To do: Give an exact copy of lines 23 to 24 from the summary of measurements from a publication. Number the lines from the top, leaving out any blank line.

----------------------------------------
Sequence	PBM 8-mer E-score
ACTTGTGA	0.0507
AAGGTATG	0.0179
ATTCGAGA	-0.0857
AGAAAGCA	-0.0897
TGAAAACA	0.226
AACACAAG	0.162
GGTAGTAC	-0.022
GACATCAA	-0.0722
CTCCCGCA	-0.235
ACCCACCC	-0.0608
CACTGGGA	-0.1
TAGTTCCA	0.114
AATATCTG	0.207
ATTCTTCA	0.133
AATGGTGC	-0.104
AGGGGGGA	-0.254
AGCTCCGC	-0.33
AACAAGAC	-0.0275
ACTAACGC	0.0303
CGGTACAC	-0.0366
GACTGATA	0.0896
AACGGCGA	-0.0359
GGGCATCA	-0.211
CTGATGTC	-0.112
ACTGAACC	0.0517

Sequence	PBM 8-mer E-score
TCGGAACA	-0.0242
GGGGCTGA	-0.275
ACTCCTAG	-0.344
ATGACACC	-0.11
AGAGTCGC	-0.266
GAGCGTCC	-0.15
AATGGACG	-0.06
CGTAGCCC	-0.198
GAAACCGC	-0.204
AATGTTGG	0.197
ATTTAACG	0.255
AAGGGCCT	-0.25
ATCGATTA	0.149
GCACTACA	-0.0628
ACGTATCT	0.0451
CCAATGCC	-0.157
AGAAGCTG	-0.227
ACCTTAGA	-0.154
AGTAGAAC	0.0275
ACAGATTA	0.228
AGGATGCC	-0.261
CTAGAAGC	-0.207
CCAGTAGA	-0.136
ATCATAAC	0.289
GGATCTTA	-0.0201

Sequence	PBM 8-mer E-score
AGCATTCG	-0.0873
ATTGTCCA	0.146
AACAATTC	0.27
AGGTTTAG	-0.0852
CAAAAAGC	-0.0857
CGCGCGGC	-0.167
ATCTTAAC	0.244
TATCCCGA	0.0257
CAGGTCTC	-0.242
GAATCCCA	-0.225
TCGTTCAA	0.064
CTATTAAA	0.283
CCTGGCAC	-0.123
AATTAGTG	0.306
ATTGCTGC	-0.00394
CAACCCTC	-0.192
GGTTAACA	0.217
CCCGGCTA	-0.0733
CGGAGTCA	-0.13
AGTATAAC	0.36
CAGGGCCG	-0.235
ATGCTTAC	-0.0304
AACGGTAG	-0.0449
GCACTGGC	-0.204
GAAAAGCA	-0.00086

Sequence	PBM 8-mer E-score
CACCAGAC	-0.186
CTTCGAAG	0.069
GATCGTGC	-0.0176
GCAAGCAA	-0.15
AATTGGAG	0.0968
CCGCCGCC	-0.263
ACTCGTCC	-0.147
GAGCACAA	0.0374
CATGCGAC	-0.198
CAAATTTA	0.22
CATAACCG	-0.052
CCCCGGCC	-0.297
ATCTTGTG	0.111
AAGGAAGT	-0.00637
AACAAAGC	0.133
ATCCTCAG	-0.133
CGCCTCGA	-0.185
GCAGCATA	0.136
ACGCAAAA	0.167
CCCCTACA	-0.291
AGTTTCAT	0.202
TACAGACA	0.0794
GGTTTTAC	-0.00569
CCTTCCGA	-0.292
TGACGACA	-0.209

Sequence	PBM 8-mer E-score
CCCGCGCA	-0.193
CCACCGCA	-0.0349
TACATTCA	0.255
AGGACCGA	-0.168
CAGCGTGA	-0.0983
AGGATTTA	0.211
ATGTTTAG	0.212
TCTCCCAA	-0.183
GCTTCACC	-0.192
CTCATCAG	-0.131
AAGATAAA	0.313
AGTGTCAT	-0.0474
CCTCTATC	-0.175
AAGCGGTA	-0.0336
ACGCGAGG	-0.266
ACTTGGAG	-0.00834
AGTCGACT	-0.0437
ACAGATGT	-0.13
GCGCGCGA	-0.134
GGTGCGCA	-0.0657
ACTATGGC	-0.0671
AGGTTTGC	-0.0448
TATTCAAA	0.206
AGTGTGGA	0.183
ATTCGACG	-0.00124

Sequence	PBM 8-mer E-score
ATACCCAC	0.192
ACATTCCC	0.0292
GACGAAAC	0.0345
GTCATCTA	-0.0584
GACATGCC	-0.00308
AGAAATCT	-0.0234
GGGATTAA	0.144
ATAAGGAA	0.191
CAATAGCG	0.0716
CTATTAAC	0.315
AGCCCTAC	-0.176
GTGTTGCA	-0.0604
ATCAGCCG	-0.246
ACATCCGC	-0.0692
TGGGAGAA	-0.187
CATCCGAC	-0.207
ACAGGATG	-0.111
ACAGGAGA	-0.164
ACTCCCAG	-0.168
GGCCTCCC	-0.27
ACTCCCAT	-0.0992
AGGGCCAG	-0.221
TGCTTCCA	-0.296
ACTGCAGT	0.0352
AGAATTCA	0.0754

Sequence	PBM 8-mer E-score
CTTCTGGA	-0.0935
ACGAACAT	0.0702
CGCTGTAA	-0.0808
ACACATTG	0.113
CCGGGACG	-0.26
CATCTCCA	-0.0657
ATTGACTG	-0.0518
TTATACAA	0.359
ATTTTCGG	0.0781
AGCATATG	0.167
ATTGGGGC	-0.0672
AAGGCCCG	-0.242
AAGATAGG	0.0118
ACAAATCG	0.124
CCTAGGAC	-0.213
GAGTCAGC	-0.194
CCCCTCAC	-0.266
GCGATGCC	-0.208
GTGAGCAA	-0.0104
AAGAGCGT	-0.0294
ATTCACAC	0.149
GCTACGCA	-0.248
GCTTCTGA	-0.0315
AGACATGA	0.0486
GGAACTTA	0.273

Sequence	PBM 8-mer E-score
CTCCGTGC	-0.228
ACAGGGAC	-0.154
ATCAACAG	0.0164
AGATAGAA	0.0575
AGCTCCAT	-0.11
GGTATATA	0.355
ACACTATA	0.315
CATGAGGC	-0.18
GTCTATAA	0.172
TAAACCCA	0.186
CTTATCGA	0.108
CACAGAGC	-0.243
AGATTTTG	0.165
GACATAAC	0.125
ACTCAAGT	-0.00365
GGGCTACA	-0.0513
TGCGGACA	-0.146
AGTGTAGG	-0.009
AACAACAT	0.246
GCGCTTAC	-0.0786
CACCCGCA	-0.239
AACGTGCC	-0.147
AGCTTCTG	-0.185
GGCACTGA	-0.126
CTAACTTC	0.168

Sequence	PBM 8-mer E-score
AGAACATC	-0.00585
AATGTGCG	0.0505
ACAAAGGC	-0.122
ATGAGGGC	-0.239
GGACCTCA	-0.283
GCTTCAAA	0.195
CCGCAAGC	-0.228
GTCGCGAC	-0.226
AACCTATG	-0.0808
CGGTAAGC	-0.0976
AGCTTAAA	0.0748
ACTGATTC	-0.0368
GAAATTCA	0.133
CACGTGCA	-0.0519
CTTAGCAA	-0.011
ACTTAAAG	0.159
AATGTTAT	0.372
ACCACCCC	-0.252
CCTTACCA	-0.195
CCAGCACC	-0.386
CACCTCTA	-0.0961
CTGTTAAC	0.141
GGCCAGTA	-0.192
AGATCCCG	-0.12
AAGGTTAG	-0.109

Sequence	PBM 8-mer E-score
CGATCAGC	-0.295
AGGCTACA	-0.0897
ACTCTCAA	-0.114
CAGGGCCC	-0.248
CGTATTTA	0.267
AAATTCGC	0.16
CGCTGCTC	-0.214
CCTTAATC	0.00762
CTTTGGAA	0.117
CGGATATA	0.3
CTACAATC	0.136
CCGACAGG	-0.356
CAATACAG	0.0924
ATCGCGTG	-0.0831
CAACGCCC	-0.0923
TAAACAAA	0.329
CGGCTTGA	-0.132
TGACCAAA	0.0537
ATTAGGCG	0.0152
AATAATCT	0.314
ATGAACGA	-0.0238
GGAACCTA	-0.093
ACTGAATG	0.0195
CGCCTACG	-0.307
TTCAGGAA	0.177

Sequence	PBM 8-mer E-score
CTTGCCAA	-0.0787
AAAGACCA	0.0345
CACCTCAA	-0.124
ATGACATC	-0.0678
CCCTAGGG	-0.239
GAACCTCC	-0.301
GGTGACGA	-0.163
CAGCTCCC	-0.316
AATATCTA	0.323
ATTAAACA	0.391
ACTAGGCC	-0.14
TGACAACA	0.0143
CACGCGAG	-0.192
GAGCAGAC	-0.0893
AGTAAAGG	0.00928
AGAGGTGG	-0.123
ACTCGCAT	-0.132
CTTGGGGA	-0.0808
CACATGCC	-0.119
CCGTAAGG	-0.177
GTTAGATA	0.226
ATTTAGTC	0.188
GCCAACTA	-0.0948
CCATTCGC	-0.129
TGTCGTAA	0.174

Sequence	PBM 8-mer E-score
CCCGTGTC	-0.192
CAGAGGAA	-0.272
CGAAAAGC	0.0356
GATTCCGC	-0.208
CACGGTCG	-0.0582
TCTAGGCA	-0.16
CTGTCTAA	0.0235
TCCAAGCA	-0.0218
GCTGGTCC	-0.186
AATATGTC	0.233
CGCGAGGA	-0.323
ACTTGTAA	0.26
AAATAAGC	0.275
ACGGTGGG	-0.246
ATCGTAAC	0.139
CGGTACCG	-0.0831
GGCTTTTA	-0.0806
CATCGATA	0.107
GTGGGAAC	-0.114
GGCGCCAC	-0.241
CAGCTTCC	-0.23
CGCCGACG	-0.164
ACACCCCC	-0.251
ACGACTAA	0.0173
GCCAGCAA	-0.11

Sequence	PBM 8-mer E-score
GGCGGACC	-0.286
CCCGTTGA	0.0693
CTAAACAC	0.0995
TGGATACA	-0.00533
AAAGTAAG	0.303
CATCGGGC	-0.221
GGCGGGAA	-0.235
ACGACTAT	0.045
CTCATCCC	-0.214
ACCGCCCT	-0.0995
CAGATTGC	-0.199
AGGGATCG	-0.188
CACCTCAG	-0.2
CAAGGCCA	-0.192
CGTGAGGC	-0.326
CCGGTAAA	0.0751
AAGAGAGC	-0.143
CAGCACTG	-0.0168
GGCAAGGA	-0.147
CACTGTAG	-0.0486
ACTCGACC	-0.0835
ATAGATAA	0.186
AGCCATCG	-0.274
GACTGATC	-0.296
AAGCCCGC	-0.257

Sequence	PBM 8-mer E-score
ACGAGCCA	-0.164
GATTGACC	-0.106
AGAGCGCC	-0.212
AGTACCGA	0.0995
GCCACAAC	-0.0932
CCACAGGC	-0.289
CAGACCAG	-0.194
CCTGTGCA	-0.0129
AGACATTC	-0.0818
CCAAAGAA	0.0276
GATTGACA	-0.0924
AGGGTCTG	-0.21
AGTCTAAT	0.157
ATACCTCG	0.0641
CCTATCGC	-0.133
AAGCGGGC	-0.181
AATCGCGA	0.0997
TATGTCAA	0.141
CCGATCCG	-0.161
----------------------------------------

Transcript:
AACGGCGA	-0.0359
GGGCATCA	-0.211